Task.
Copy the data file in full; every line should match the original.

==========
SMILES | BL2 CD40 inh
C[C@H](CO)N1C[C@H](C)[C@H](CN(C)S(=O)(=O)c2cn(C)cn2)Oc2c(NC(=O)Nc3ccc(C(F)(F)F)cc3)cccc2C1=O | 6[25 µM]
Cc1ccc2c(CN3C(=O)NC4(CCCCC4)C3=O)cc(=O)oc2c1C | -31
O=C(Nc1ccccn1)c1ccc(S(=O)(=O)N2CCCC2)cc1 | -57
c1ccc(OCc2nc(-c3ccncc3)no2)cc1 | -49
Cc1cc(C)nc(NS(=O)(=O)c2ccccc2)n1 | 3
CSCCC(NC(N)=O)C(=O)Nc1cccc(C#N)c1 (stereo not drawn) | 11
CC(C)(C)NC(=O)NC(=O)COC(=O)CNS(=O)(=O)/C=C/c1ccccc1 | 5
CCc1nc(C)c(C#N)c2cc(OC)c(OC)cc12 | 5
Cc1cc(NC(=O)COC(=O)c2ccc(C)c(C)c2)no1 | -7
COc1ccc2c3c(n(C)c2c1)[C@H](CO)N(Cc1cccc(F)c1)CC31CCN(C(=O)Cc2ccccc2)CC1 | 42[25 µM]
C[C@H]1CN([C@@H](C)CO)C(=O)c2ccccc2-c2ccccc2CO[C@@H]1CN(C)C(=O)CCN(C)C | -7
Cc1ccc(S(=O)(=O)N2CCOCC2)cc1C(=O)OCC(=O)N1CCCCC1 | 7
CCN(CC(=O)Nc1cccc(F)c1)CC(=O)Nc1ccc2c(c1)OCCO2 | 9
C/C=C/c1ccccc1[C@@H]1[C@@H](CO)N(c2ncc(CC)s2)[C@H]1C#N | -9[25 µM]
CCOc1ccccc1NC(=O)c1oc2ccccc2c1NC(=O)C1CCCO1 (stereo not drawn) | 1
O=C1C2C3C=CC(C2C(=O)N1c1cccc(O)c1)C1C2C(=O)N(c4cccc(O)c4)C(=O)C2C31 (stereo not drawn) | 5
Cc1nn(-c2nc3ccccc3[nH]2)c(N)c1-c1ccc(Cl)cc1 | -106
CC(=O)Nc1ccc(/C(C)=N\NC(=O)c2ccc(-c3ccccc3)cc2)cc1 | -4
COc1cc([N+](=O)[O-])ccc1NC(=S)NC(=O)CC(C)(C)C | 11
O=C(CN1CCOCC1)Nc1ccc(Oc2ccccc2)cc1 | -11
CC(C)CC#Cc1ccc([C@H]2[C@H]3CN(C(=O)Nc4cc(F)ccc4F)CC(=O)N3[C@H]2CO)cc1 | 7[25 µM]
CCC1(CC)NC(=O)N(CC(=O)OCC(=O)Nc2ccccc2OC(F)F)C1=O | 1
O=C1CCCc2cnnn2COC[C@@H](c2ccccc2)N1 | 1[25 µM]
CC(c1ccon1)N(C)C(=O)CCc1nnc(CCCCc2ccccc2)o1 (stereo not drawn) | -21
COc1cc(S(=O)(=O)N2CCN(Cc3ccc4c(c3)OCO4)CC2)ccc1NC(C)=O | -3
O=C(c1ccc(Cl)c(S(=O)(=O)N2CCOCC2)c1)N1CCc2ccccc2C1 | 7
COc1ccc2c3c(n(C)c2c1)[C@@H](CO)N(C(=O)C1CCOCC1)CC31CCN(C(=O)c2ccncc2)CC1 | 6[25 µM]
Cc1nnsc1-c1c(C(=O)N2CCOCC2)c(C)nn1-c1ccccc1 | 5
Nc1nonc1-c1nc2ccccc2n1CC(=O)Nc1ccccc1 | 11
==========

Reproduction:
SMILES | BL2 CD40 inh
C[C@H](CO)N1C[C@H](C)[C@H](CN(C)S(=O)(=O)c2cn(C)cn2)Oc2c(NC(=O)Nc3ccc(C(F)(F)F)cc3)cccc2C1=O | 6[25 µM]
Cc1ccc2c(CN3C(=O)NC4(CCCCC4)C3=O)cc(=O)oc2c1C | -31
O=C(Nc1ccccn1)c1ccc(S(=O)(=O)N2CCCC2)cc1 | -57
c1ccc(OCc2nc(-c3ccncc3)no2)cc1 | -49
Cc1cc(C)nc(NS(=O)(=O)c2ccccc2)n1 | 3
CSCCC(NC(N)=O)C(=O)Nc1cccc(C#N)c1 (stereo not drawn) | 11
CC(C)(C)NC(=O)NC(=O)COC(=O)CNS(=O)(=O)/C=C/c1ccccc1 | 5
CCc1nc(C)c(C#N)c2cc(OC)c(OC)cc12 | 5
Cc1cc(NC(=O)COC(=O)c2ccc(C)c(C)c2)no1 | -7
COc1ccc2c3c(n(C)c2c1)[C@H](CO)N(Cc1cccc(F)c1)CC31CCN(C(=O)Cc2ccccc2)CC1 | 42[25 µM]
C[C@H]1CN([C@@H](C)CO)C(=O)c2ccccc2-c2ccccc2CO[C@@H]1CN(C)C(=O)CCN(C)C | -7
Cc1ccc(S(=O)(=O)N2CCOCC2)cc1C(=O)OCC(=O)N1CCCCC1 | 7
CCN(CC(=O)Nc1cccc(F)c1)CC(=O)Nc1ccc2c(c1)OCCO2 | 9
C/C=C/c1ccccc1[C@@H]1[C@@H](CO)N(c2ncc(CC)s2)[C@H]1C#N | -9[25 µM]
CCOc1ccccc1NC(=O)c1oc2ccccc2c1NC(=O)C1CCCO1 (stereo not drawn) | 1
O=C1C2C3C=CC(C2C(=O)N1c1cccc(O)c1)C1C2C(=O)N(c4cccc(O)c4)C(=O)C2C31 (stereo not drawn) | 5
Cc1nn(-c2nc3ccccc3[nH]2)c(N)c1-c1ccc(Cl)cc1 | -106
CC(=O)Nc1ccc(/C(C)=N\NC(=O)c2ccc(-c3ccccc3)cc2)cc1 | -4
COc1cc([N+](=O)[O-])ccc1NC(=S)NC(=O)CC(C)(C)C | 11
O=C(CN1CCOCC1)Nc1ccc(Oc2ccccc2)cc1 | -11
CC(C)CC#Cc1ccc([C@H]2[C@H]3CN(C(=O)Nc4cc(F)ccc4F)CC(=O)N3[C@H]2CO)cc1 | 7[25 µM]
CCC1(CC)NC(=O)N(CC(=O)OCC(=O)Nc2ccccc2OC(F)F)C1=O | 1
O=C1CCCc2cnnn2COC[C@@H](c2ccccc2)N1 | 1[25 µM]
CC(c1ccon1)N(C)C(=O)CCc1nnc(CCCCc2ccccc2)o1 (stereo not drawn) | -21
COc1cc(S(=O)(=O)N2CCN(Cc3ccc4c(c3)OCO4)CC2)ccc1NC(C)=O | -3
O=C(c1ccc(Cl)c(S(=O)(=O)N2CCOCC2)c1)N1CCc2ccccc2C1 | 7
COc1ccc2c3c(n(C)c2c1)[C@@H](CO)N(C(=O)C1CCOCC1)CC31CCN(C(=O)c2ccncc2)CC1 | 6[25 µM]
Cc1nnsc1-c1c(C(=O)N2CCOCC2)c(C)nn1-c1ccccc1 | 5
Nc1nonc1-c1nc2ccccc2n1CC(=O)Nc1ccccc1 | 11